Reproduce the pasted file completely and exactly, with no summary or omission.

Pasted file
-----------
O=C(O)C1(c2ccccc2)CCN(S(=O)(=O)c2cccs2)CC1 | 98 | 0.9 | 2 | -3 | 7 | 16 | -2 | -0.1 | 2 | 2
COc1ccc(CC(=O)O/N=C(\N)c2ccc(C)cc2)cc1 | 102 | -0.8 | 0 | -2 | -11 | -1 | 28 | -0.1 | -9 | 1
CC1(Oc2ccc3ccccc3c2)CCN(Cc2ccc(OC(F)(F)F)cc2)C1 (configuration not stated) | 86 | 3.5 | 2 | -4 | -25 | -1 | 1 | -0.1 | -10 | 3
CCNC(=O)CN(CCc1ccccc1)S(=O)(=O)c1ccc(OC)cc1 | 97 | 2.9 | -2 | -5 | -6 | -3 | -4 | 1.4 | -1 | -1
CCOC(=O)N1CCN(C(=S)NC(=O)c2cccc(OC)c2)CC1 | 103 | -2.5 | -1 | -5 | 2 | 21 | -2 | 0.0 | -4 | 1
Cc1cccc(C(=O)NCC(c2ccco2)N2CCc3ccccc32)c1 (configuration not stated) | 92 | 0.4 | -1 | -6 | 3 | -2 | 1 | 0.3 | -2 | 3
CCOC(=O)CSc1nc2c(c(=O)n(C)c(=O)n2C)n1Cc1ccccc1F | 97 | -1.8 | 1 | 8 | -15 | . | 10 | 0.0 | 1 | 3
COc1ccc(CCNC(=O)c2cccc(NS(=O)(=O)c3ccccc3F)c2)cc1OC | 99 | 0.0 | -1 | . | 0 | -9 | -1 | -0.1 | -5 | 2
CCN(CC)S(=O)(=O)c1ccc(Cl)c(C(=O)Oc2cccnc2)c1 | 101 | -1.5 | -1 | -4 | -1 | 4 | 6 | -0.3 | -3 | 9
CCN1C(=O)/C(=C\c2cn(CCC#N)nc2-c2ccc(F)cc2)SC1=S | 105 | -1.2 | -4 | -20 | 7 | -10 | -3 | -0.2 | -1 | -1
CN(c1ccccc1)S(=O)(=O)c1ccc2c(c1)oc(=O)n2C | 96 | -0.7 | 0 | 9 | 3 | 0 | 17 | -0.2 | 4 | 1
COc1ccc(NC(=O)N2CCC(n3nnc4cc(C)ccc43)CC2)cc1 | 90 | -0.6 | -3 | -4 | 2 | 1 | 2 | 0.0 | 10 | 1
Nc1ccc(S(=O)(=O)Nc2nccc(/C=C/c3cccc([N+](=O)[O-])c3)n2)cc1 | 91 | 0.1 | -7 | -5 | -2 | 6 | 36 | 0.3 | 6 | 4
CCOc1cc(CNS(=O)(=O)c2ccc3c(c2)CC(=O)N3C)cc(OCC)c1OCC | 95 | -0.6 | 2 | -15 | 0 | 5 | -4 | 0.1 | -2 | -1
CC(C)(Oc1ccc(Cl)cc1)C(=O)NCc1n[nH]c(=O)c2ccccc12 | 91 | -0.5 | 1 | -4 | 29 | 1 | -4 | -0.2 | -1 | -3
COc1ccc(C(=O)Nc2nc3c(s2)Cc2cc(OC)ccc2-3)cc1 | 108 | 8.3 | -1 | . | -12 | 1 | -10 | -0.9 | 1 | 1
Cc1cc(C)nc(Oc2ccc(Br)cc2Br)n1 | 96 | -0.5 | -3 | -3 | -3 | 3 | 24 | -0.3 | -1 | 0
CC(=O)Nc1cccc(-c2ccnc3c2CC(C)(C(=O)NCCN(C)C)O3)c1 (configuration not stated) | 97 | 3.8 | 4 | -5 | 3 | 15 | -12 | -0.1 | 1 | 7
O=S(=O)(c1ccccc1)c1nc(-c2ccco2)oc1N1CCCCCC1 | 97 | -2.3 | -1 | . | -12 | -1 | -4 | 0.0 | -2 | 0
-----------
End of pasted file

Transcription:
O=C(O)C1(c2ccccc2)CCN(S(=O)(=O)c2cccs2)CC1 | 98 | 0.9 | 2 | -3 | 7 | 16 | -2 | -0.1 | 2 | 2
COc1ccc(CC(=O)O/N=C(\N)c2ccc(C)cc2)cc1 | 102 | -0.8 | 0 | -2 | -11 | -1 | 28 | -0.1 | -9 | 1
CC1(Oc2ccc3ccccc3c2)CCN(Cc2ccc(OC(F)(F)F)cc2)C1 (configuration not stated) | 86 | 3.5 | 2 | -4 | -25 | -1 | 1 | -0.1 | -10 | 3
CCNC(=O)CN(CCc1ccccc1)S(=O)(=O)c1ccc(OC)cc1 | 97 | 2.9 | -2 | -5 | -6 | -3 | -4 | 1.4 | -1 | -1
CCOC(=O)N1CCN(C(=S)NC(=O)c2cccc(OC)c2)CC1 | 103 | -2.5 | -1 | -5 | 2 | 21 | -2 | 0.0 | -4 | 1
Cc1cccc(C(=O)NCC(c2ccco2)N2CCc3ccccc32)c1 (configuration not stated) | 92 | 0.4 | -1 | -6 | 3 | -2 | 1 | 0.3 | -2 | 3
CCOC(=O)CSc1nc2c(c(=O)n(C)c(=O)n2C)n1Cc1ccccc1F | 97 | -1.8 | 1 | 8 | -15 | . | 10 | 0.0 | 1 | 3
COc1ccc(CCNC(=O)c2cccc(NS(=O)(=O)c3ccccc3F)c2)cc1OC | 99 | 0.0 | -1 | . | 0 | -9 | -1 | -0.1 | -5 | 2
CCN(CC)S(=O)(=O)c1ccc(Cl)c(C(=O)Oc2cccnc2)c1 | 101 | -1.5 | -1 | -4 | -1 | 4 | 6 | -0.3 | -3 | 9
CCN1C(=O)/C(=C\c2cn(CCC#N)nc2-c2ccc(F)cc2)SC1=S | 105 | -1.2 | -4 | -20 | 7 | -10 | -3 | -0.2 | -1 | -1
CN(c1ccccc1)S(=O)(=O)c1ccc2c(c1)oc(=O)n2C | 96 | -0.7 | 0 | 9 | 3 | 0 | 17 | -0.2 | 4 | 1
COc1ccc(NC(=O)N2CCC(n3nnc4cc(C)ccc43)CC2)cc1 | 90 | -0.6 | -3 | -4 | 2 | 1 | 2 | 0.0 | 10 | 1
Nc1ccc(S(=O)(=O)Nc2nccc(/C=C/c3cccc([N+](=O)[O-])c3)n2)cc1 | 91 | 0.1 | -7 | -5 | -2 | 6 | 36 | 0.3 | 6 | 4
CCOc1cc(CNS(=O)(=O)c2ccc3c(c2)CC(=O)N3C)cc(OCC)c1OCC | 95 | -0.6 | 2 | -15 | 0 | 5 | -4 | 0.1 | -2 | -1
CC(C)(Oc1ccc(Cl)cc1)C(=O)NCc1n[nH]c(=O)c2ccccc12 | 91 | -0.5 | 1 | -4 | 29 | 1 | -4 | -0.2 | -1 | -3
COc1ccc(C(=O)Nc2nc3c(s2)Cc2cc(OC)ccc2-3)cc1 | 108 | 8.3 | -1 | . | -12 | 1 | -10 | -0.9 | 1 | 1
Cc1cc(C)nc(Oc2ccc(Br)cc2Br)n1 | 96 | -0.5 | -3 | -3 | -3 | 3 | 24 | -0.3 | -1 | 0
CC(=O)Nc1cccc(-c2ccnc3c2CC(C)(C(=O)NCCN(C)C)O3)c1 (configuration not stated) | 97 | 3.8 | 4 | -5 | 3 | 15 | -12 | -0.1 | 1 | 7
O=S(=O)(c1ccccc1)c1nc(-c2ccco2)oc1N1CCCCCC1 | 97 | -2.3 | -1 | . | -12 | -1 | -4 | 0.0 | -2 | 0